All four studies were conducted exclusively in Nigeria across five states and the Federal Capital Territory (FCT), spanning three of the country’s six geopolitical zones (Fig. 1). Study settings involved both urban and rural communities; the Baby Shower and LJM trials involved a mix of urban and rural study sites, whereas MoMent and the Optimizing PMTCT studies were largely rural. In 2014, HIV prevalence among pregnant women in all six study states/territories were as follows: Benue 15.4% (highest in Nigeria), Enugu 4.9%, FCT 5.8%, Kaduna 2.2%, Nasarawa 6.3% and Niger 1.7% [27]. Although contiguously located in the North-Central zone, major ethnic groups and languages differ fairly widely in Benue (Tiv and Idoma) [28], FCT (Gbagyi, Fulani, Hausa) [29], Nasarawa (Agatu, Basa, Eggon, Hausa) [30] and Niger (Nupe, Gbagyi, Hausa) [31]. Kaduna State in the North-West zone has a majority composed of Gbayi, Hausa and Fulani ethnic groups [32], and Enugu State in South-East is of largely Igbo ethnicity [33]. In terms of religion, Niger (78.6% vs. 17.7%) state has a principally Muslim population (vs. Christian population, respectively), as opposed to FCT (27.4% vs. 68.0%) and Enugu (1.0% vs. 97.3%), which have a principally Christian population [34]. Kaduna (54.2% vs. 45.9%) and Nasarawa (41.4% vs. 56.7%) states have more similar distributions of Muslims versus Christians [34].
Fig. 1

Geographical scope of the four PMTCT implementation research studies in Nigeria

Data collection and organisation

In addition to published protocol and outcomes papers, data sources included Principal Investigators and Study Coordinators of each of the four IR studies. The experiences described highlight major challenges common to study implementation for all the studies, and unique challenges significant enough to warrant mention. Study implementation challenges were thematically categorised under ‘External’ and ‘Internal’ subgroupings. External challenges denote those that were beyond the control of the study teams, namely challenges that needed significant structural, political or other changes in order to be minimised or rectified. Internal challenges are those most amenable to rectification by the study implementation team itself; in other words, challenges easier to control. The details and impact of these challenges are addressed under each theme. For each major challenge encountered, an implemented and/or suggested solution is described.

Results

Table 1 presents profiles for all four studies, which were conducted in a period spanning 2012 to 2017. Three studies were randomised controlled trials, and one (MoMent) was a prospective cohort study. Each study’s objectives and outcome measures were relevant to at least one of the three 90s of the 90–90–90 initiative. A total of 4431 pregnant women (including 1449 living with HIV) and 1260 HIV-exposed infants were formally enrolled in the four studies. Additionally, the Baby Shower Trial enrolled 2498 male partners. Primary and key secondary outcome results from all four studies have been published, with largely positive findings regarding impact of the interventions tested [18, 19, 21, 22, 24, 35, 36, 37].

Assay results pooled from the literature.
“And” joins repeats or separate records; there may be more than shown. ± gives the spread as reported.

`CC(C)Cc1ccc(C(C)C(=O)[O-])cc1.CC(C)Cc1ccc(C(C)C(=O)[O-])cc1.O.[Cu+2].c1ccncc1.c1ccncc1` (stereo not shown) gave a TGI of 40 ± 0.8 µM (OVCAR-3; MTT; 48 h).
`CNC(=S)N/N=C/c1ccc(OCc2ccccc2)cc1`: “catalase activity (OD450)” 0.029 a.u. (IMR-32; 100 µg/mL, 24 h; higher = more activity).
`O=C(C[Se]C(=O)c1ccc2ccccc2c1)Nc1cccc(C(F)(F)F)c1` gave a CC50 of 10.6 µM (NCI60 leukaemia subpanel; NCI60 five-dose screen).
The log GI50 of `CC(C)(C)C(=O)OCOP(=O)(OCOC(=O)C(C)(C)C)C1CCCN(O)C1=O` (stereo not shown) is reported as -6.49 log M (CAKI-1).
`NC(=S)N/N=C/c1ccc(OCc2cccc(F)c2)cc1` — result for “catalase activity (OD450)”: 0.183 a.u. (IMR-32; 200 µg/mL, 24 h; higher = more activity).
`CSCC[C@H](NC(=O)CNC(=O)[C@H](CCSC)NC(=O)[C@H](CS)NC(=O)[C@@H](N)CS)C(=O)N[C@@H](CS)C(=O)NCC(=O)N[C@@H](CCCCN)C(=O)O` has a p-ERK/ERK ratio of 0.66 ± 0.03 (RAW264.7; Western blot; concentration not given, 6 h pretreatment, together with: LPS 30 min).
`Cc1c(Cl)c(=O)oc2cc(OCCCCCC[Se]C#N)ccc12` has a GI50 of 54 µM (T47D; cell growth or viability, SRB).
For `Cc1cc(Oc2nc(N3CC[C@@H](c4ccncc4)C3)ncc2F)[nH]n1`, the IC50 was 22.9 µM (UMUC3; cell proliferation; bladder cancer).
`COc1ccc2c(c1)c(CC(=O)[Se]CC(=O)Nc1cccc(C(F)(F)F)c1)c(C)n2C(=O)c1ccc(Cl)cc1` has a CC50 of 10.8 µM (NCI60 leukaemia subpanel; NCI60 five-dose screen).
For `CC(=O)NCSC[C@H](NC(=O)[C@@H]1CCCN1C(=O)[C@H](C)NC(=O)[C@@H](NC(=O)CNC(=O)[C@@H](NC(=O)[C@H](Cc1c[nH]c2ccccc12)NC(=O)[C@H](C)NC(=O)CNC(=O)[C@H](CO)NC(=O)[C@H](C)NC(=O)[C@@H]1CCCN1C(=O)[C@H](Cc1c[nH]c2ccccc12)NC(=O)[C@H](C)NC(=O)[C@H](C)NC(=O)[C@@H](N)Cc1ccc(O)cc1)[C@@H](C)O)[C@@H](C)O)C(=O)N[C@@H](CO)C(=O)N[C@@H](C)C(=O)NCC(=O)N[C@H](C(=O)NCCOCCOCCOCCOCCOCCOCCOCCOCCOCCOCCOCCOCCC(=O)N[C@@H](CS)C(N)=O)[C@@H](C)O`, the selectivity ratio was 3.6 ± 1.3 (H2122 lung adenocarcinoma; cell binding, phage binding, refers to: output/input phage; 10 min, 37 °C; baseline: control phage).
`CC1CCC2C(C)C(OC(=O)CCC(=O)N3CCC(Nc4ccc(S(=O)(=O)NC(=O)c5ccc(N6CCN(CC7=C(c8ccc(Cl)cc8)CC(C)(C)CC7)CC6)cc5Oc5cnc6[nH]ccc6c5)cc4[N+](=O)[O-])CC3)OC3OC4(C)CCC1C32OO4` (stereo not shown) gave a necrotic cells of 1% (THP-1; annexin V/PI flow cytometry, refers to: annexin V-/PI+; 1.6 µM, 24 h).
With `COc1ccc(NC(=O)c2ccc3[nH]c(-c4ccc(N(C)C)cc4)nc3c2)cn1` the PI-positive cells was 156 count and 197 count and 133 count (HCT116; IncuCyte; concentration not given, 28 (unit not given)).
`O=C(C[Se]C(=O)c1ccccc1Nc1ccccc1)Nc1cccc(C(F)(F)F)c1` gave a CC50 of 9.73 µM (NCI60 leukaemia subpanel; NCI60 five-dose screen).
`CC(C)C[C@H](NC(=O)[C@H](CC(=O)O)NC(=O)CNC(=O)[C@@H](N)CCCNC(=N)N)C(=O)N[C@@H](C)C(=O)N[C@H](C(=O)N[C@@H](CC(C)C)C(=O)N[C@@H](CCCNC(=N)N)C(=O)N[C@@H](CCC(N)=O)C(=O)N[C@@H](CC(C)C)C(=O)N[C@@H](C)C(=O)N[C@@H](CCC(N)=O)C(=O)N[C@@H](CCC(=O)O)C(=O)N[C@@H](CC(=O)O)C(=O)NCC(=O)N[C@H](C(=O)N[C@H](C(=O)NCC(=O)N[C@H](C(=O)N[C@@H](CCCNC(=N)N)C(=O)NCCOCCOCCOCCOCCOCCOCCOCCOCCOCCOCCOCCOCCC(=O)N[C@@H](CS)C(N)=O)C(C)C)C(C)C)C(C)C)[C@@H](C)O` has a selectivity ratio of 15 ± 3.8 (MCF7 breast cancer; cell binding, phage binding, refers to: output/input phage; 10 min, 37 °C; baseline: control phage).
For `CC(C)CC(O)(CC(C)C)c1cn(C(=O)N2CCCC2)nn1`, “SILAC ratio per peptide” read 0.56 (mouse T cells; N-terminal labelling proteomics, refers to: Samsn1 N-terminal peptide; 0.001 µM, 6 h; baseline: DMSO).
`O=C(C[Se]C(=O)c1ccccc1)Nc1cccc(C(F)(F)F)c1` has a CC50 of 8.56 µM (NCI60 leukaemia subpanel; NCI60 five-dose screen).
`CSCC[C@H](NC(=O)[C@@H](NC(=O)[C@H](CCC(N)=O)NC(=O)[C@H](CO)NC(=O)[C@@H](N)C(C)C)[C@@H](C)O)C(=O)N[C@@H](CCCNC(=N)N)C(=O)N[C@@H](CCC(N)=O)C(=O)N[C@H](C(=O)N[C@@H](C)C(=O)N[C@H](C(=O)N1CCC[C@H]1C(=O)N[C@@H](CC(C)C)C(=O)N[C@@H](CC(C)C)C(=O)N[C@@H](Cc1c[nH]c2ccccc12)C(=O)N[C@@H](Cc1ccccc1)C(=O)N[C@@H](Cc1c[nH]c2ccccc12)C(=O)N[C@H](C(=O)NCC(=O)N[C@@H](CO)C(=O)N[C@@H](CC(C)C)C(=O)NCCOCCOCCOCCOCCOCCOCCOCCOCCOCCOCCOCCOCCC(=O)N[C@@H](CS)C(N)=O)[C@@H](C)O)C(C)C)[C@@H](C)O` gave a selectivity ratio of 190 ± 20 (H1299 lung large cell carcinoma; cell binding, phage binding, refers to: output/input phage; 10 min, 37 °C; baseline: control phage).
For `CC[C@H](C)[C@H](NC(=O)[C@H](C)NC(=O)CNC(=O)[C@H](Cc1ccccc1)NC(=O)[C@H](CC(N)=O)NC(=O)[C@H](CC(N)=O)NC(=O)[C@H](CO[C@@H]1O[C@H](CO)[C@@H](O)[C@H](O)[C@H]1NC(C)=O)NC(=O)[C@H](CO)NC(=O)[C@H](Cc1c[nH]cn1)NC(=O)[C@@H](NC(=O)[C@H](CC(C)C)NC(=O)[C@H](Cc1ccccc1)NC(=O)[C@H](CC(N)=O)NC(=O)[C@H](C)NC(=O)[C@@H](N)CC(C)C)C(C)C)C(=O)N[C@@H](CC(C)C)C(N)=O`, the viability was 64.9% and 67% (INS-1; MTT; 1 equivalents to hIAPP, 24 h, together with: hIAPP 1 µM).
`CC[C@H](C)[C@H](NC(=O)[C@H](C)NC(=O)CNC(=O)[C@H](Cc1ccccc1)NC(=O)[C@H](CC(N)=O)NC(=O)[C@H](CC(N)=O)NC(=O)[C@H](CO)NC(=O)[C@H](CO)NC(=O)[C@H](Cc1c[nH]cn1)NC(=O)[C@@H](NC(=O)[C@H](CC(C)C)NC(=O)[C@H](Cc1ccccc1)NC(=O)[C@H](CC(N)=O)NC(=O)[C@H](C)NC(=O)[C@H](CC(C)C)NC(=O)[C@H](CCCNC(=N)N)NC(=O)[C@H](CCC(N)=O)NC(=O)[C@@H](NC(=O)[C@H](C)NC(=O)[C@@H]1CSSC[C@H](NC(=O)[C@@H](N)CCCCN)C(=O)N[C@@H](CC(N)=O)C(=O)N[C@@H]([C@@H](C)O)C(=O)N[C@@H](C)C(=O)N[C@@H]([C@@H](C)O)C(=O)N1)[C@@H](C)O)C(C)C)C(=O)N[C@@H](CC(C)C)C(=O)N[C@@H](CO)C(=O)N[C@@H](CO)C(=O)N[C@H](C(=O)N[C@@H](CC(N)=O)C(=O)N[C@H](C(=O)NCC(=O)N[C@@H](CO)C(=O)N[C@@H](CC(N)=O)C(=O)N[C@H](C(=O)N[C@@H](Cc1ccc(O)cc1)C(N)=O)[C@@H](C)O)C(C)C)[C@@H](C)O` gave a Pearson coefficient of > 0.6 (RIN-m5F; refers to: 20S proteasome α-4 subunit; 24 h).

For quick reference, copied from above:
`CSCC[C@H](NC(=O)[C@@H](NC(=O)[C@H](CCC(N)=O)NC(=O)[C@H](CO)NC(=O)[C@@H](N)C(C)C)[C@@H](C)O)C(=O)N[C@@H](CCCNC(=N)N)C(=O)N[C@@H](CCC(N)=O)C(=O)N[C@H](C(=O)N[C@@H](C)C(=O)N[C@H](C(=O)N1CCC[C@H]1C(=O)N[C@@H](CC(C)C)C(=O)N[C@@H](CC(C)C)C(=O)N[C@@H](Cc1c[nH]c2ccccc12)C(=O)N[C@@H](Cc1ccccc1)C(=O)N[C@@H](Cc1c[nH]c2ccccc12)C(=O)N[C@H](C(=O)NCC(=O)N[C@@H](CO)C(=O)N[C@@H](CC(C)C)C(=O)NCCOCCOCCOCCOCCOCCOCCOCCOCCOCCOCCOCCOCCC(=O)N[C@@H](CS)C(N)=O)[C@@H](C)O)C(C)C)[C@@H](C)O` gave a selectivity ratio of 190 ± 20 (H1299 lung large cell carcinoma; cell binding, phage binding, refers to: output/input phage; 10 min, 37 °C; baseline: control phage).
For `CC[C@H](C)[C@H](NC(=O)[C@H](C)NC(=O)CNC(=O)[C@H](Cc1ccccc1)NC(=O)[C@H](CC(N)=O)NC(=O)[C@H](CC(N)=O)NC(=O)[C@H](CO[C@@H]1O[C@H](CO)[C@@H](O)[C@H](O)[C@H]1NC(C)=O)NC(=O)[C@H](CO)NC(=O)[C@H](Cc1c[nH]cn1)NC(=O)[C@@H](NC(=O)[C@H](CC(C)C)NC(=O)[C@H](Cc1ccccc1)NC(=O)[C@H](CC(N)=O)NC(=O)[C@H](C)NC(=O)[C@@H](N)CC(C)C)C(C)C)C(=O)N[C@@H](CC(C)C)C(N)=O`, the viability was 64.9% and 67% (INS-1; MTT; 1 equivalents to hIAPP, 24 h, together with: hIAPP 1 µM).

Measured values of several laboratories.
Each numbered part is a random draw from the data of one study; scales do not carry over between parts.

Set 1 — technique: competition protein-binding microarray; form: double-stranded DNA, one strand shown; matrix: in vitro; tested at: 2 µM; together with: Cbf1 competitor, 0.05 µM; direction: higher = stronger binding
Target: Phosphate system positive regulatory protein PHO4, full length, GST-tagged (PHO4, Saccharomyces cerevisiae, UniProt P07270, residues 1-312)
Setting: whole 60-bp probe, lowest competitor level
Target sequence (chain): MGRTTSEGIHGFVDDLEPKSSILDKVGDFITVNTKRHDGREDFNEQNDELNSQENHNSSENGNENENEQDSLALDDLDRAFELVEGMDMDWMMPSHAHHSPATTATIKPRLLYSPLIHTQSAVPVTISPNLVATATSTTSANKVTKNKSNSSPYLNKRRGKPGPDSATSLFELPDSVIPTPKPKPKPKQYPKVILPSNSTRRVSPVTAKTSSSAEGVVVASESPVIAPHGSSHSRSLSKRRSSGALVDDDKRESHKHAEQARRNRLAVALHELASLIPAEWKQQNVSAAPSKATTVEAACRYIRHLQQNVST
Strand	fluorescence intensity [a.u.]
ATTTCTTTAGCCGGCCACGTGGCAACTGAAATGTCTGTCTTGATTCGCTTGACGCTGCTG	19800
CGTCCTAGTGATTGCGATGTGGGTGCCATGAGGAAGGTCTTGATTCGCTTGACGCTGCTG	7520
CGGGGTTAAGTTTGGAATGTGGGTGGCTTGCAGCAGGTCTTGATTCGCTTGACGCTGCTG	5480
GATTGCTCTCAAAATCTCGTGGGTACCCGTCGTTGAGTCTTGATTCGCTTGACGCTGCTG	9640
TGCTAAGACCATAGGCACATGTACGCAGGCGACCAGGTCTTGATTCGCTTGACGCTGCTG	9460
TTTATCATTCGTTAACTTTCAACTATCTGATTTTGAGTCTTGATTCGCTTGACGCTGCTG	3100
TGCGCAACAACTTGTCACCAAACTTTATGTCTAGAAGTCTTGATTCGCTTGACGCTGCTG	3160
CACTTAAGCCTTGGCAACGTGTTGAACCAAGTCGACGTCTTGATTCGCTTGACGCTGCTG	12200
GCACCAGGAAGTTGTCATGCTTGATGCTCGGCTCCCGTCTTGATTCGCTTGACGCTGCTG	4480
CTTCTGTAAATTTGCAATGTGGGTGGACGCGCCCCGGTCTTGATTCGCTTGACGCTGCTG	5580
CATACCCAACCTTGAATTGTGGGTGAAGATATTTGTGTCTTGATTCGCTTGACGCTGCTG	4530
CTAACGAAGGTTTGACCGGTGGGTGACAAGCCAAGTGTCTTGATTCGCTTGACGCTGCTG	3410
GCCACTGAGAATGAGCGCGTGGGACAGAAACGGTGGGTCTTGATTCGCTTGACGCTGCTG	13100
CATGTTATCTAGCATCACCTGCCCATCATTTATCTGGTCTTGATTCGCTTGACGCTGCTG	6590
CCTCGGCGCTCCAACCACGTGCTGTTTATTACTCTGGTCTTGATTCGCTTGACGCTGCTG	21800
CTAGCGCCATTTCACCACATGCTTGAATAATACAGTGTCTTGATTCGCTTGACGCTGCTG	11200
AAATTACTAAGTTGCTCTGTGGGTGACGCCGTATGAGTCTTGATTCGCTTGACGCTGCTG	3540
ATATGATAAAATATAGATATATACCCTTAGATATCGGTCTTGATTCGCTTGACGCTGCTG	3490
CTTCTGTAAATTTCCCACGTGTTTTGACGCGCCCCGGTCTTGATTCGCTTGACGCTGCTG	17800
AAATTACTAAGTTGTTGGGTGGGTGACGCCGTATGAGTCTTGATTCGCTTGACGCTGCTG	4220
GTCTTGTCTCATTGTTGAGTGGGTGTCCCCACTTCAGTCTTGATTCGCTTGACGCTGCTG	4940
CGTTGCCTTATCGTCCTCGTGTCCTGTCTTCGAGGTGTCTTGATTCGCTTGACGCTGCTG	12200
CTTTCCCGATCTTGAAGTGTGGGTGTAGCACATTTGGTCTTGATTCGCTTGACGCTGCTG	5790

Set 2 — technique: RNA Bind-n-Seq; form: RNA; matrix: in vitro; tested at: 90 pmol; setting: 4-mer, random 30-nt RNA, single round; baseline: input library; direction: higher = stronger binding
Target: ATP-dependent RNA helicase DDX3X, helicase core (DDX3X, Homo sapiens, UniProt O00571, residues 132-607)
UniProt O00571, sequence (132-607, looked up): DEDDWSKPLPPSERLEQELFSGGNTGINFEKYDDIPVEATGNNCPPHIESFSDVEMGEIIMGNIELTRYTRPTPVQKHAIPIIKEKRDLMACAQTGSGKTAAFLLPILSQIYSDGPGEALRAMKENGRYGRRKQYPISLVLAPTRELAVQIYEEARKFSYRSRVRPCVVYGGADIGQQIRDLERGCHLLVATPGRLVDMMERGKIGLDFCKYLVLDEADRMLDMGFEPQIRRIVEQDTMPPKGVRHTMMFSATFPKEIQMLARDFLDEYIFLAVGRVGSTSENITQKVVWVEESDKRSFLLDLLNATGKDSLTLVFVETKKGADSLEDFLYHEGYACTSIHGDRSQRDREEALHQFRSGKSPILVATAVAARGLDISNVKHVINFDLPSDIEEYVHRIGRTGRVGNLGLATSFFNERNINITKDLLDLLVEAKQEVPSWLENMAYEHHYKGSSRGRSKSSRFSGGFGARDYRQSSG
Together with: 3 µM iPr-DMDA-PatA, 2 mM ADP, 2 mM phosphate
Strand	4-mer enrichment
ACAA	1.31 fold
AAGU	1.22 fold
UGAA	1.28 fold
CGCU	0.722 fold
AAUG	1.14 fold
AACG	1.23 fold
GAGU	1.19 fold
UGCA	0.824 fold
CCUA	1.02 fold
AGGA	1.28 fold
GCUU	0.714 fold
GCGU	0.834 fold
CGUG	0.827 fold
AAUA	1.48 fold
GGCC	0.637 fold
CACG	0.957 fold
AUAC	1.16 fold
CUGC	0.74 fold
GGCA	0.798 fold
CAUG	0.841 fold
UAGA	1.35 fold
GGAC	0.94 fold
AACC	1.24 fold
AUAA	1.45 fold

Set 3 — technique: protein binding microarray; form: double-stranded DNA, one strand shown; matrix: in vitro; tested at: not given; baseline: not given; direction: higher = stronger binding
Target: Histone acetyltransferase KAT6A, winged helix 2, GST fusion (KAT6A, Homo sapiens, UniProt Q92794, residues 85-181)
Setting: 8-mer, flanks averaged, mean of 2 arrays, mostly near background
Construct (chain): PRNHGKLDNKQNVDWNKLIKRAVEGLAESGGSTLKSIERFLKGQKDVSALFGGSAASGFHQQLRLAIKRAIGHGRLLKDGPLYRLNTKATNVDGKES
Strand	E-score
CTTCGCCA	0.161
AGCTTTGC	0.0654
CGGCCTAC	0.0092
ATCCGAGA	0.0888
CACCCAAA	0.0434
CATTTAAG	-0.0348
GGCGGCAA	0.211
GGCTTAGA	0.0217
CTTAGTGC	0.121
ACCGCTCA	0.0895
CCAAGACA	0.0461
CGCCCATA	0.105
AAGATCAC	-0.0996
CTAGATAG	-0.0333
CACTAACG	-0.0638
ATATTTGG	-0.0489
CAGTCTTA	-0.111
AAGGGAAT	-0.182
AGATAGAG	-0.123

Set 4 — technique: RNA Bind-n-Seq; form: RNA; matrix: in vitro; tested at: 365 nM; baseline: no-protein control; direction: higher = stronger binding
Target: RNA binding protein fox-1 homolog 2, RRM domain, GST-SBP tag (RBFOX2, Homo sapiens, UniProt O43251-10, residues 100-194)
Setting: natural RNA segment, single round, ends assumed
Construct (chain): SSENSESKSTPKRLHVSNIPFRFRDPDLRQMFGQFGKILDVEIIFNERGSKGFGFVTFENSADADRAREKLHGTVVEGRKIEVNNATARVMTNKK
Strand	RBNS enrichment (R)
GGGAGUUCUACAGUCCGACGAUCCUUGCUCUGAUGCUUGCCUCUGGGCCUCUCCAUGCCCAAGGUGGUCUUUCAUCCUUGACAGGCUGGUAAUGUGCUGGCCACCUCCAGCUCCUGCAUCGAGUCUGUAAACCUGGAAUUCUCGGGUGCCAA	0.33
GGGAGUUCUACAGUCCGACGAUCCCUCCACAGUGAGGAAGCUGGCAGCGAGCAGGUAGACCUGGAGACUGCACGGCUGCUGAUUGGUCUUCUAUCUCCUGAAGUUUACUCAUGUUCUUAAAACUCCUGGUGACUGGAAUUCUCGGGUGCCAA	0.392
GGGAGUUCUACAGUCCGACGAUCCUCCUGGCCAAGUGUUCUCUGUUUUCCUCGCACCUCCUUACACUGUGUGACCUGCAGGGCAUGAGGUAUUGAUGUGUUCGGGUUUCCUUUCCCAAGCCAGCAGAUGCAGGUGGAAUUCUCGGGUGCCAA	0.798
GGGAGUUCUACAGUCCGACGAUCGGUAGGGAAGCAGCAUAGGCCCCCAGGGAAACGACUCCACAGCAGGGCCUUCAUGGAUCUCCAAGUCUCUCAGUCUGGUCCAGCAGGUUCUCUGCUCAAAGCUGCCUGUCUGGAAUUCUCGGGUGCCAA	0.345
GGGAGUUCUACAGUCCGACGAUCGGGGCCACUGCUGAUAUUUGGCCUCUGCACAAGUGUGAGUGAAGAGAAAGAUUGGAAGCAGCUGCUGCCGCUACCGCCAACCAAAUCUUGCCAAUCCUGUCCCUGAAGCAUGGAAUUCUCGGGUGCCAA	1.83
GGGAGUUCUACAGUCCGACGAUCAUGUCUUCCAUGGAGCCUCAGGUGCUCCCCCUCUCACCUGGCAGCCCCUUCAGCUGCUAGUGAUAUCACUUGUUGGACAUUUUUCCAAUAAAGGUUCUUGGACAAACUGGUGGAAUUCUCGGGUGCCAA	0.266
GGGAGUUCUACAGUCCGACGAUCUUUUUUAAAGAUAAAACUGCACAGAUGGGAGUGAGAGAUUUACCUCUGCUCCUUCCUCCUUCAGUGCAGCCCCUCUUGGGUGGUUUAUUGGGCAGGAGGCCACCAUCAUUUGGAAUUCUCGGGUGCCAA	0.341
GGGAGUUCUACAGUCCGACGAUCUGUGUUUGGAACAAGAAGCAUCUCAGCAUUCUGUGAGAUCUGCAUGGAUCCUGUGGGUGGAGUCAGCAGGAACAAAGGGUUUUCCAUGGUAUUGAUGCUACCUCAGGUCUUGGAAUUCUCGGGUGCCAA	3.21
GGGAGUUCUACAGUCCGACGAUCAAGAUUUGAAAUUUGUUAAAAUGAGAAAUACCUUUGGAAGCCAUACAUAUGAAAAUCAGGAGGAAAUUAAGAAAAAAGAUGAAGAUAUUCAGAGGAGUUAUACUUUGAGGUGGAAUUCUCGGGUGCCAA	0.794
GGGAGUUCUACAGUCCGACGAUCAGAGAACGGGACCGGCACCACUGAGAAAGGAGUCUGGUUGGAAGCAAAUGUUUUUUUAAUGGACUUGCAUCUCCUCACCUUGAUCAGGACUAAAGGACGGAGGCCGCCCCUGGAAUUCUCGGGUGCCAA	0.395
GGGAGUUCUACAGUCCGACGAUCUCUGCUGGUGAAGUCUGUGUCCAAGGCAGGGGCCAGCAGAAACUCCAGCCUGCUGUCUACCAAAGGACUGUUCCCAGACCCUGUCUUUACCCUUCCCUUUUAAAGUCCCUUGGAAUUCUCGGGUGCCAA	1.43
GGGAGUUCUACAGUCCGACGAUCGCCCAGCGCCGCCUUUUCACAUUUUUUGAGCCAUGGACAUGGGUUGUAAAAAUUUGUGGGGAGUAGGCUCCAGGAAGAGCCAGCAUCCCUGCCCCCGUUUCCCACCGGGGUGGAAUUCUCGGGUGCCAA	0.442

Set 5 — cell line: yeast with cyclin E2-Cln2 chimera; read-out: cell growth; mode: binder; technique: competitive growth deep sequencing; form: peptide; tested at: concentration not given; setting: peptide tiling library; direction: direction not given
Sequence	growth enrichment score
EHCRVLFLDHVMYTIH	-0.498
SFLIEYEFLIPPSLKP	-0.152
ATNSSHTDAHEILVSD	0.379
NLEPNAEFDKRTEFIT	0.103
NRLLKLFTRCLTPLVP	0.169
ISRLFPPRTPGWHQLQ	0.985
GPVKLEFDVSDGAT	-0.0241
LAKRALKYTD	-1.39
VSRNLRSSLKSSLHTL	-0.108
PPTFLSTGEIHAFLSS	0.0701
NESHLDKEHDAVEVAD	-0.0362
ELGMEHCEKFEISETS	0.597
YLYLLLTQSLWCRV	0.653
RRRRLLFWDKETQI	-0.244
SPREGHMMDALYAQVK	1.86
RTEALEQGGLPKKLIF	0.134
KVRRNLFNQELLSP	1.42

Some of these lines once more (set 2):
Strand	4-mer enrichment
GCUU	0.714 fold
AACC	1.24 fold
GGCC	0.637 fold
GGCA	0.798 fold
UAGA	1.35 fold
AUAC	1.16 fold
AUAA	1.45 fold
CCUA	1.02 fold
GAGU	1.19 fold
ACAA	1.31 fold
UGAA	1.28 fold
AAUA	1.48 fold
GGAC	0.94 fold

Table 1

Profiles of the four PMTCT implementation research studies in Nigeria, 2012–2017

Profile indicators

Baby Shower

Optimizing PMTCT

MoMent

Lafiyan Jikin Mata

Funder

NIH

NIH

WHO/Global Affairs Canada

WHO/Global Affairs Canada

Implementation period

2012–2015

2012–2015

2012–2017

2012–2017

Local PEPFAR implementing partner

Prevention, Education, Treatment, Training and Research-Global Solutions

Friends in Global Health Nigeria

Institute of Human Virology Nigeria

Center for Integrated Health Programs

Study design

Two-arm cluster randomised controlled trial

Two-arm cluster randomised controlled trial

Two-arm prospective matched cohort study

Two-arm cluster randomised controlled trial

Study setting

Enugu state (south east zone)

Niger state (north central zone)

Federal Capital Territory and Nasarawa states (north central zone)

Benue and Kaduna states (north central, north west zones)

Study sites

Catholic/Anglican churches

Primary and secondary healthcare facilities

Primary healthcare facilities

Primary and secondary healthcare facilities

Study settings

Rural and urban

Rural

Rural

Rural and urban

Number of study sites

40 (20 per arm)

12 (6 per arm)

20 (10 per arm)

32 (16 per arm)

Formative studies

2 FGDs with pregnant women, male partners, women’s groups and the clergy

3 FGDs with study participants

10 KIIs with community leaders, clinicians, and local health officials

11 FGDs with pregnant and young women, HIV+ MMs and m2m support group members, male partners

31 KIIs with HIV+ MMs, community leaders, TBAs, HCWs and PMTCT programme implementers and policy-makers

44 FGDs with women including HIV infected pregnant women and their male partners

42 KIIs with HCWs, community women, community and religious leaders, policy-makers

Core interventions

Congregation-based HIV testing for pregnant women

Point-of-care CD4 testing

Task shifting